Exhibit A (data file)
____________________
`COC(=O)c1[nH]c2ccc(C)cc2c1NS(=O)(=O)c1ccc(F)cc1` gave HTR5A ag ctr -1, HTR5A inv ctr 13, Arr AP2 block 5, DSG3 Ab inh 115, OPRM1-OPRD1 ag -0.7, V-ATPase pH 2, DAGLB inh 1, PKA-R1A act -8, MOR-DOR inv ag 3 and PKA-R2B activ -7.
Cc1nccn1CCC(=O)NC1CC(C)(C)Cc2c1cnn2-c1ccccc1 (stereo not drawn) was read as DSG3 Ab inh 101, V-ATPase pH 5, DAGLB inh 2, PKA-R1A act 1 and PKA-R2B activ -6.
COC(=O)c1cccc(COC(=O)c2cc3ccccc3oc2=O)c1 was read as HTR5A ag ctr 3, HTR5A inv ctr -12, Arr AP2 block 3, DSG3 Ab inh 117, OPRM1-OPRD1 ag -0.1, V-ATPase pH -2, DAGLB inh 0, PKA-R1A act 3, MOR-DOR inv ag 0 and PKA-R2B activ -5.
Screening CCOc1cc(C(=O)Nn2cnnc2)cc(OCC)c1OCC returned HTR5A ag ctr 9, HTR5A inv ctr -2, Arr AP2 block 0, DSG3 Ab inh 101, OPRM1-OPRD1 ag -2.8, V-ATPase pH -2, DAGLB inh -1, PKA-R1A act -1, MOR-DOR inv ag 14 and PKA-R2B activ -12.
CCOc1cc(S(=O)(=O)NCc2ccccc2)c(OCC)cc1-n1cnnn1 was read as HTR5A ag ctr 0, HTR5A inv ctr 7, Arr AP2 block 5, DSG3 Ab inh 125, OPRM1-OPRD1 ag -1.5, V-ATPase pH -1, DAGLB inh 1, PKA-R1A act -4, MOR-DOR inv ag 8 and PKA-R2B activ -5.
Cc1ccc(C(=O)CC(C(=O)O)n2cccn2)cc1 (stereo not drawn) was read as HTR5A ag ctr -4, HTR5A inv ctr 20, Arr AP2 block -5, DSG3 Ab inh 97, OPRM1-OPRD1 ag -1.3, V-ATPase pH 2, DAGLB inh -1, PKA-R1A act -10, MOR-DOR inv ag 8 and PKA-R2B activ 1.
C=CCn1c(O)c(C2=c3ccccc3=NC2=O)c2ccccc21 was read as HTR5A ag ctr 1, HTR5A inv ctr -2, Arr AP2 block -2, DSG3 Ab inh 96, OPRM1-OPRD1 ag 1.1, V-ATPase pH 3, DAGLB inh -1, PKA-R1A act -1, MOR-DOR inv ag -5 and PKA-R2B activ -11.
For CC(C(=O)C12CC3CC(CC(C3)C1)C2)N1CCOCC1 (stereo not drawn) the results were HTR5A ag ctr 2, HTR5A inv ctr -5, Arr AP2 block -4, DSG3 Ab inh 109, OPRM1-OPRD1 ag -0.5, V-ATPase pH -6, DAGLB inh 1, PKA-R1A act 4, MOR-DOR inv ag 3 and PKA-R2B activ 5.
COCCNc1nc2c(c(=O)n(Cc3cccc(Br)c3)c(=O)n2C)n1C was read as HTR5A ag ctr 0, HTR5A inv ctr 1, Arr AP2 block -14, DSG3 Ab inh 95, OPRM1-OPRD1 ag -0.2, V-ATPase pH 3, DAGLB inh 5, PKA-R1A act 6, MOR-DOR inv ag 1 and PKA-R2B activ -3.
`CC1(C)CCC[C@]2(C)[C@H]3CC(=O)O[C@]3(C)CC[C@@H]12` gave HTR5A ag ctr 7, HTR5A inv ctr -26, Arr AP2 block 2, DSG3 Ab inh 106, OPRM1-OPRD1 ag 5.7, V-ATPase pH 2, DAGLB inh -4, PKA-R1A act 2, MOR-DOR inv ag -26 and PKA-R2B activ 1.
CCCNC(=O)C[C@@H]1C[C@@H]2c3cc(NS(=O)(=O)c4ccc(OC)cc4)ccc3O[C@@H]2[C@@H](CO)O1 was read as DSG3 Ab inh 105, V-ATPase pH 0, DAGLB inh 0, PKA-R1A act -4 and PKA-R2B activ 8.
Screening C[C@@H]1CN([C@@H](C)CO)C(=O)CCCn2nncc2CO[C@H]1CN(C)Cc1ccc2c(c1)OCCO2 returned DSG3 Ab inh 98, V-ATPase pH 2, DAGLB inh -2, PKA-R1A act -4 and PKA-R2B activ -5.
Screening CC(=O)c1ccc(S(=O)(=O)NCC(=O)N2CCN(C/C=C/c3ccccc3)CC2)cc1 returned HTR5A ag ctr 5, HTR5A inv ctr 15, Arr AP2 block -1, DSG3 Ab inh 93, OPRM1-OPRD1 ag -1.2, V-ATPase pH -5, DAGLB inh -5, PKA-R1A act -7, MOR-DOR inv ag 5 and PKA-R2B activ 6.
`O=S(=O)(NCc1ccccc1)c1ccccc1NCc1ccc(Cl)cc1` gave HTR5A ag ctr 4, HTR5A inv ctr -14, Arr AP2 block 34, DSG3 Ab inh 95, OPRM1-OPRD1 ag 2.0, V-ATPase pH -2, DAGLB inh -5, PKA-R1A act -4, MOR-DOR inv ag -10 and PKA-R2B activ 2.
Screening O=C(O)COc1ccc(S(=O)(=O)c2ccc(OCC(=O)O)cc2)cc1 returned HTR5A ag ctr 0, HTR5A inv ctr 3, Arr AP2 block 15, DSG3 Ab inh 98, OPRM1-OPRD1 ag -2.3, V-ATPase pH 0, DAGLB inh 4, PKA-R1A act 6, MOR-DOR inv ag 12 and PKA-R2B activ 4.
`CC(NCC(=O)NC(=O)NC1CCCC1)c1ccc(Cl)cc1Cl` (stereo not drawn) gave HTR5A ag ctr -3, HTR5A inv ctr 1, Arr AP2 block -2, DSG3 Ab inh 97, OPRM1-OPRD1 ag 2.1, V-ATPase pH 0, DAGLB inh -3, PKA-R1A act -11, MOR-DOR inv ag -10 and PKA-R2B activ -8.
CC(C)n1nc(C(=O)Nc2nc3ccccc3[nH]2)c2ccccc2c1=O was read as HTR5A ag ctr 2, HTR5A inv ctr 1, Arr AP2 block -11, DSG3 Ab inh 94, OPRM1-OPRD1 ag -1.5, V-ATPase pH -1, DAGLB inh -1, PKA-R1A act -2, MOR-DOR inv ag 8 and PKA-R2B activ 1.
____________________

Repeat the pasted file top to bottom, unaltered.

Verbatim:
`COC(=O)c1[nH]c2ccc(C)cc2c1NS(=O)(=O)c1ccc(F)cc1` gave HTR5A ag ctr -1, HTR5A inv ctr 13, Arr AP2 block 5, DSG3 Ab inh 115, OPRM1-OPRD1 ag -0.7, V-ATPase pH 2, DAGLB inh 1, PKA-R1A act -8, MOR-DOR inv ag 3 and PKA-R2B activ -7.
Cc1nccn1CCC(=O)NC1CC(C)(C)Cc2c1cnn2-c1ccccc1 (stereo not drawn) was read as DSG3 Ab inh 101, V-ATPase pH 5, DAGLB inh 2, PKA-R1A act 1 and PKA-R2B activ -6.
COC(=O)c1cccc(COC(=O)c2cc3ccccc3oc2=O)c1 was read as HTR5A ag ctr 3, HTR5A inv ctr -12, Arr AP2 block 3, DSG3 Ab inh 117, OPRM1-OPRD1 ag -0.1, V-ATPase pH -2, DAGLB inh 0, PKA-R1A act 3, MOR-DOR inv ag 0 and PKA-R2B activ -5.
Screening CCOc1cc(C(=O)Nn2cnnc2)cc(OCC)c1OCC returned HTR5A ag ctr 9, HTR5A inv ctr -2, Arr AP2 block 0, DSG3 Ab inh 101, OPRM1-OPRD1 ag -2.8, V-ATPase pH -2, DAGLB inh -1, PKA-R1A act -1, MOR-DOR inv ag 14 and PKA-R2B activ -12.
CCOc1cc(S(=O)(=O)NCc2ccccc2)c(OCC)cc1-n1cnnn1 was read as HTR5A ag ctr 0, HTR5A inv ctr 7, Arr AP2 block 5, DSG3 Ab inh 125, OPRM1-OPRD1 ag -1.5, V-ATPase pH -1, DAGLB inh 1, PKA-R1A act -4, MOR-DOR inv ag 8 and PKA-R2B activ -5.
Cc1ccc(C(=O)CC(C(=O)O)n2cccn2)cc1 (stereo not drawn) was read as HTR5A ag ctr -4, HTR5A inv ctr 20, Arr AP2 block -5, DSG3 Ab inh 97, OPRM1-OPRD1 ag -1.3, V-ATPase pH 2, DAGLB inh -1, PKA-R1A act -10, MOR-DOR inv ag 8 and PKA-R2B activ 1.
C=CCn1c(O)c(C2=c3ccccc3=NC2=O)c2ccccc21 was read as HTR5A ag ctr 1, HTR5A inv ctr -2, Arr AP2 block -2, DSG3 Ab inh 96, OPRM1-OPRD1 ag 1.1, V-ATPase pH 3, DAGLB inh -1, PKA-R1A act -1, MOR-DOR inv ag -5 and PKA-R2B activ -11.
For CC(C(=O)C12CC3CC(CC(C3)C1)C2)N1CCOCC1 (stereo not drawn) the results were HTR5A ag ctr 2, HTR5A inv ctr -5, Arr AP2 block -4, DSG3 Ab inh 109, OPRM1-OPRD1 ag -0.5, V-ATPase pH -6, DAGLB inh 1, PKA-R1A act 4, MOR-DOR inv ag 3 and PKA-R2B activ 5.
COCCNc1nc2c(c(=O)n(Cc3cccc(Br)c3)c(=O)n2C)n1C was read as HTR5A ag ctr 0, HTR5A inv ctr 1, Arr AP2 block -14, DSG3 Ab inh 95, OPRM1-OPRD1 ag -0.2, V-ATPase pH 3, DAGLB inh 5, PKA-R1A act 6, MOR-DOR inv ag 1 and PKA-R2B activ -3.
`CC1(C)CCC[C@]2(C)[C@H]3CC(=O)O[C@]3(C)CC[C@@H]12` gave HTR5A ag ctr 7, HTR5A inv ctr -26, Arr AP2 block 2, DSG3 Ab inh 106, OPRM1-OPRD1 ag 5.7, V-ATPase pH 2, DAGLB inh -4, PKA-R1A act 2, MOR-DOR inv ag -26 and PKA-R2B activ 1.
CCCNC(=O)C[C@@H]1C[C@@H]2c3cc(NS(=O)(=O)c4ccc(OC)cc4)ccc3O[C@@H]2[C@@H](CO)O1 was read as DSG3 Ab inh 105, V-ATPase pH 0, DAGLB inh 0, PKA-R1A act -4 and PKA-R2B activ 8.
Screening C[C@@H]1CN([C@@H](C)CO)C(=O)CCCn2nncc2CO[C@H]1CN(C)Cc1ccc2c(c1)OCCO2 returned DSG3 Ab inh 98, V-ATPase pH 2, DAGLB inh -2, PKA-R1A act -4 and PKA-R2B activ -5.
Screening CC(=O)c1ccc(S(=O)(=O)NCC(=O)N2CCN(C/C=C/c3ccccc3)CC2)cc1 returned HTR5A ag ctr 5, HTR5A inv ctr 15, Arr AP2 block -1, DSG3 Ab inh 93, OPRM1-OPRD1 ag -1.2, V-ATPase pH -5, DAGLB inh -5, PKA-R1A act -7, MOR-DOR inv ag 5 and PKA-R2B activ 6.
`O=S(=O)(NCc1ccccc1)c1ccccc1NCc1ccc(Cl)cc1` gave HTR5A ag ctr 4, HTR5A inv ctr -14, Arr AP2 block 34, DSG3 Ab inh 95, OPRM1-OPRD1 ag 2.0, V-ATPase pH -2, DAGLB inh -5, PKA-R1A act -4, MOR-DOR inv ag -10 and PKA-R2B activ 2.
Screening O=C(O)COc1ccc(S(=O)(=O)c2ccc(OCC(=O)O)cc2)cc1 returned HTR5A ag ctr 0, HTR5A inv ctr 3, Arr AP2 block 15, DSG3 Ab inh 98, OPRM1-OPRD1 ag -2.3, V-ATPase pH 0, DAGLB inh 4, PKA-R1A act 6, MOR-DOR inv ag 12 and PKA-R2B activ 4.
`CC(NCC(=O)NC(=O)NC1CCCC1)c1ccc(Cl)cc1Cl` (stereo not drawn) gave HTR5A ag ctr -3, HTR5A inv ctr 1, Arr AP2 block -2, DSG3 Ab inh 97, OPRM1-OPRD1 ag 2.1, V-ATPase pH 0, DAGLB inh -3, PKA-R1A act -11, MOR-DOR inv ag -10 and PKA-R2B activ -8.
CC(C)n1nc(C(=O)Nc2nc3ccccc3[nH]2)c2ccccc2c1=O was read as HTR5A ag ctr 2, HTR5A inv ctr 1, Arr AP2 block -11, DSG3 Ab inh 94, OPRM1-OPRD1 ag -1.5, V-ATPase pH -1, DAGLB inh -1, PKA-R1A act -2, MOR-DOR inv ag 8 and PKA-R2B activ 1.